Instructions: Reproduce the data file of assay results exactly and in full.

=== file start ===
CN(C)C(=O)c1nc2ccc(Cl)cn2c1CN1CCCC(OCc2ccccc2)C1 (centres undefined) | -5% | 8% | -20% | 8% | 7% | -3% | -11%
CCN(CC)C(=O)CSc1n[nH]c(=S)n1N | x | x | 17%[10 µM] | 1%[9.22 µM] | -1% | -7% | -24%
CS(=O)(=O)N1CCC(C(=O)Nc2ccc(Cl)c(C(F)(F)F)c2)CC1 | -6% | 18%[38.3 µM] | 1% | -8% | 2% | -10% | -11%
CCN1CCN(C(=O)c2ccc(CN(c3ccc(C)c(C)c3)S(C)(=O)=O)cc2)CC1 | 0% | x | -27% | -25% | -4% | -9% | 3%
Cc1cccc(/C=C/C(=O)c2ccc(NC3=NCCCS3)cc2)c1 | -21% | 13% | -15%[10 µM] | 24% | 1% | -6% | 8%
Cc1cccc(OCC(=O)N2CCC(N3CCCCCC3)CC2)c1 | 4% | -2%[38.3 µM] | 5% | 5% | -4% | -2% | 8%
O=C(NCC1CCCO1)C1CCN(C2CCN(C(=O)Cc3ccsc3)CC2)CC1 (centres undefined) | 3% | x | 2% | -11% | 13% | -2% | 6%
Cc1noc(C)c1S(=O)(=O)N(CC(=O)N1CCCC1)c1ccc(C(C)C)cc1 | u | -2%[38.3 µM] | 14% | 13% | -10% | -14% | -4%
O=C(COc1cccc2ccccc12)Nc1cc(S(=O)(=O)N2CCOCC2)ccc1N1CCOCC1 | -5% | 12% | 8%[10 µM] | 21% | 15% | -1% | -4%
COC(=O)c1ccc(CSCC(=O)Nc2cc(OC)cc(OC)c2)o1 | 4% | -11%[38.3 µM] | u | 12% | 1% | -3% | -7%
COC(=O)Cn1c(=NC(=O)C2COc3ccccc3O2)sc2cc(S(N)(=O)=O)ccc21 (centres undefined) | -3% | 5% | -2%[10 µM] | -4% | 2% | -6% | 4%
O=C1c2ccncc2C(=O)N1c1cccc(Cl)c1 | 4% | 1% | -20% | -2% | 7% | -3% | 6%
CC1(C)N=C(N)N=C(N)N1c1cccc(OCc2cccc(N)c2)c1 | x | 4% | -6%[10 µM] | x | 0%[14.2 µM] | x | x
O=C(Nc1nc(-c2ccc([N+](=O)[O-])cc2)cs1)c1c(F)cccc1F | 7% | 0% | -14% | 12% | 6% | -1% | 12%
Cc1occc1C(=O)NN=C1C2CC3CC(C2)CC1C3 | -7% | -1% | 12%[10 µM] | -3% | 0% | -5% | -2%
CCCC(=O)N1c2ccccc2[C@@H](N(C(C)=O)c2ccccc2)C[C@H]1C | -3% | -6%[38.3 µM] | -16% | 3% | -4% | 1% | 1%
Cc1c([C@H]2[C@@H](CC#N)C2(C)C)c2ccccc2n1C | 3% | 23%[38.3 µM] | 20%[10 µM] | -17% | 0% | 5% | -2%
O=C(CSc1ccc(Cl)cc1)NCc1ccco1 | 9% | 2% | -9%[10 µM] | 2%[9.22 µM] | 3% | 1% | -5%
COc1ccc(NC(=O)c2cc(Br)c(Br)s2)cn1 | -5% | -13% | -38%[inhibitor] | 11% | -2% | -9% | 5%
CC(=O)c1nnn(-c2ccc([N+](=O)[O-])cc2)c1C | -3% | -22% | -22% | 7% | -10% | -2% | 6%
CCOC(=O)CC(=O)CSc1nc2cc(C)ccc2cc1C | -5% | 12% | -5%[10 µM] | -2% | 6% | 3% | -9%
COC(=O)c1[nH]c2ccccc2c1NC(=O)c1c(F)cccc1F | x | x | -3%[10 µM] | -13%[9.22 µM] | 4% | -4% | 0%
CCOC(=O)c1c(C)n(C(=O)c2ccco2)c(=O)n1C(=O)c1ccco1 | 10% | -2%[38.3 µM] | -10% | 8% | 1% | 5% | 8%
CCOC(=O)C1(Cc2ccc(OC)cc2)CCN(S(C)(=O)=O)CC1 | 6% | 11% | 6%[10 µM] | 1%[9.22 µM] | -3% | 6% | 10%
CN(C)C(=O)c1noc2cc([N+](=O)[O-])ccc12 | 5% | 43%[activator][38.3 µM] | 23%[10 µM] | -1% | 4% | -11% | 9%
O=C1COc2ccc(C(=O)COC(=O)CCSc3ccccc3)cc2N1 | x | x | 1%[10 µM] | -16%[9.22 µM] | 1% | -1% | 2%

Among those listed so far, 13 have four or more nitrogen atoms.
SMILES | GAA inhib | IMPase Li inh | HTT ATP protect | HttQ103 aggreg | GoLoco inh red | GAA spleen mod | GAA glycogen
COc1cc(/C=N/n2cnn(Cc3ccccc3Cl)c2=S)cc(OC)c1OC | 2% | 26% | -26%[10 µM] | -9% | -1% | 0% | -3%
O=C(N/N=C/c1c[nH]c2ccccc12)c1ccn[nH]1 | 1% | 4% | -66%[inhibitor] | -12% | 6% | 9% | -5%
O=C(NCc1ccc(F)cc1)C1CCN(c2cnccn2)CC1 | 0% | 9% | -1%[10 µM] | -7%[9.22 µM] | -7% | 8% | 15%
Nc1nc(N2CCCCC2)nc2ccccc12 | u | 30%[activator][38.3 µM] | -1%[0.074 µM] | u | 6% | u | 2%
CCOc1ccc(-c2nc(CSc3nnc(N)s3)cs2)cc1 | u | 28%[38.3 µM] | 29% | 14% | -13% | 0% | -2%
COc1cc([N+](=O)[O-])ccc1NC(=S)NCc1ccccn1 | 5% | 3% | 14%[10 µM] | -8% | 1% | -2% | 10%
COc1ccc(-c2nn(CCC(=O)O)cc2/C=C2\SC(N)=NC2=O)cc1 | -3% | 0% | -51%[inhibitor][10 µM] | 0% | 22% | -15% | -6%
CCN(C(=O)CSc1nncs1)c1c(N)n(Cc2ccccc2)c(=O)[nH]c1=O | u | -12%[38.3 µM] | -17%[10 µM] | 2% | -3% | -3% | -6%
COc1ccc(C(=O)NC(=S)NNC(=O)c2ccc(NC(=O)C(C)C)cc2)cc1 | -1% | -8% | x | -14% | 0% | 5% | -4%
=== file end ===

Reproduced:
CN(C)C(=O)c1nc2ccc(Cl)cn2c1CN1CCCC(OCc2ccccc2)C1 (centres undefined) | -5% | 8% | -20% | 8% | 7% | -3% | -11%
CCN(CC)C(=O)CSc1n[nH]c(=S)n1N | x | x | 17%[10 µM] | 1%[9.22 µM] | -1% | -7% | -24%
CS(=O)(=O)N1CCC(C(=O)Nc2ccc(Cl)c(C(F)(F)F)c2)CC1 | -6% | 18%[38.3 µM] | 1% | -8% | 2% | -10% | -11%
CCN1CCN(C(=O)c2ccc(CN(c3ccc(C)c(C)c3)S(C)(=O)=O)cc2)CC1 | 0% | x | -27% | -25% | -4% | -9% | 3%
Cc1cccc(/C=C/C(=O)c2ccc(NC3=NCCCS3)cc2)c1 | -21% | 13% | -15%[10 µM] | 24% | 1% | -6% | 8%
Cc1cccc(OCC(=O)N2CCC(N3CCCCCC3)CC2)c1 | 4% | -2%[38.3 µM] | 5% | 5% | -4% | -2% | 8%
O=C(NCC1CCCO1)C1CCN(C2CCN(C(=O)Cc3ccsc3)CC2)CC1 (centres undefined) | 3% | x | 2% | -11% | 13% | -2% | 6%
Cc1noc(C)c1S(=O)(=O)N(CC(=O)N1CCCC1)c1ccc(C(C)C)cc1 | u | -2%[38.3 µM] | 14% | 13% | -10% | -14% | -4%
O=C(COc1cccc2ccccc12)Nc1cc(S(=O)(=O)N2CCOCC2)ccc1N1CCOCC1 | -5% | 12% | 8%[10 µM] | 21% | 15% | -1% | -4%
COC(=O)c1ccc(CSCC(=O)Nc2cc(OC)cc(OC)c2)o1 | 4% | -11%[38.3 µM] | u | 12% | 1% | -3% | -7%
COC(=O)Cn1c(=NC(=O)C2COc3ccccc3O2)sc2cc(S(N)(=O)=O)ccc21 (centres undefined) | -3% | 5% | -2%[10 µM] | -4% | 2% | -6% | 4%
O=C1c2ccncc2C(=O)N1c1cccc(Cl)c1 | 4% | 1% | -20% | -2% | 7% | -3% | 6%
CC1(C)N=C(N)N=C(N)N1c1cccc(OCc2cccc(N)c2)c1 | x | 4% | -6%[10 µM] | x | 0%[14.2 µM] | x | x
O=C(Nc1nc(-c2ccc([N+](=O)[O-])cc2)cs1)c1c(F)cccc1F | 7% | 0% | -14% | 12% | 6% | -1% | 12%
Cc1occc1C(=O)NN=C1C2CC3CC(C2)CC1C3 | -7% | -1% | 12%[10 µM] | -3% | 0% | -5% | -2%
CCCC(=O)N1c2ccccc2[C@@H](N(C(C)=O)c2ccccc2)C[C@H]1C | -3% | -6%[38.3 µM] | -16% | 3% | -4% | 1% | 1%
Cc1c([C@H]2[C@@H](CC#N)C2(C)C)c2ccccc2n1C | 3% | 23%[38.3 µM] | 20%[10 µM] | -17% | 0% | 5% | -2%
O=C(CSc1ccc(Cl)cc1)NCc1ccco1 | 9% | 2% | -9%[10 µM] | 2%[9.22 µM] | 3% | 1% | -5%
COc1ccc(NC(=O)c2cc(Br)c(Br)s2)cn1 | -5% | -13% | -38%[inhibitor] | 11% | -2% | -9% | 5%
CC(=O)c1nnn(-c2ccc([N+](=O)[O-])cc2)c1C | -3% | -22% | -22% | 7% | -10% | -2% | 6%
CCOC(=O)CC(=O)CSc1nc2cc(C)ccc2cc1C | -5% | 12% | -5%[10 µM] | -2% | 6% | 3% | -9%
COC(=O)c1[nH]c2ccccc2c1NC(=O)c1c(F)cccc1F | x | x | -3%[10 µM] | -13%[9.22 µM] | 4% | -4% | 0%
CCOC(=O)c1c(C)n(C(=O)c2ccco2)c(=O)n1C(=O)c1ccco1 | 10% | -2%[38.3 µM] | -10% | 8% | 1% | 5% | 8%
CCOC(=O)C1(Cc2ccc(OC)cc2)CCN(S(C)(=O)=O)CC1 | 6% | 11% | 6%[10 µM] | 1%[9.22 µM] | -3% | 6% | 10%
CN(C)C(=O)c1noc2cc([N+](=O)[O-])ccc12 | 5% | 43%[activator][38.3 µM] | 23%[10 µM] | -1% | 4% | -11% | 9%
O=C1COc2ccc(C(=O)COC(=O)CCSc3ccccc3)cc2N1 | x | x | 1%[10 µM] | -16%[9.22 µM] | 1% | -1% | 2%

Among those listed so far, 13 have four or more nitrogen atoms.
SMILES | GAA inhib | IMPase Li inh | HTT ATP protect | HttQ103 aggreg | GoLoco inh red | GAA spleen mod | GAA glycogen
COc1cc(/C=N/n2cnn(Cc3ccccc3Cl)c2=S)cc(OC)c1OC | 2% | 26% | -26%[10 µM] | -9% | -1% | 0% | -3%
O=C(N/N=C/c1c[nH]c2ccccc12)c1ccn[nH]1 | 1% | 4% | -66%[inhibitor] | -12% | 6% | 9% | -5%
O=C(NCc1ccc(F)cc1)C1CCN(c2cnccn2)CC1 | 0% | 9% | -1%[10 µM] | -7%[9.22 µM] | -7% | 8% | 15%
Nc1nc(N2CCCCC2)nc2ccccc12 | u | 30%[activator][38.3 µM] | -1%[0.074 µM] | u | 6% | u | 2%
CCOc1ccc(-c2nc(CSc3nnc(N)s3)cs2)cc1 | u | 28%[38.3 µM] | 29% | 14% | -13% | 0% | -2%
COc1cc([N+](=O)[O-])ccc1NC(=S)NCc1ccccn1 | 5% | 3% | 14%[10 µM] | -8% | 1% | -2% | 10%
COc1ccc(-c2nn(CCC(=O)O)cc2/C=C2\SC(N)=NC2=O)cc1 | -3% | 0% | -51%[inhibitor][10 µM] | 0% | 22% | -15% | -6%
CCN(C(=O)CSc1nncs1)c1c(N)n(Cc2ccccc2)c(=O)[nH]c1=O | u | -12%[38.3 µM] | -17%[10 µM] | 2% | -3% | -3% | -6%
COc1ccc(C(=O)NC(=S)NNC(=O)c2ccc(NC(=O)C(C)C)cc2)cc1 | -1% | -8% | x | -14% | 0% | 5% | -4%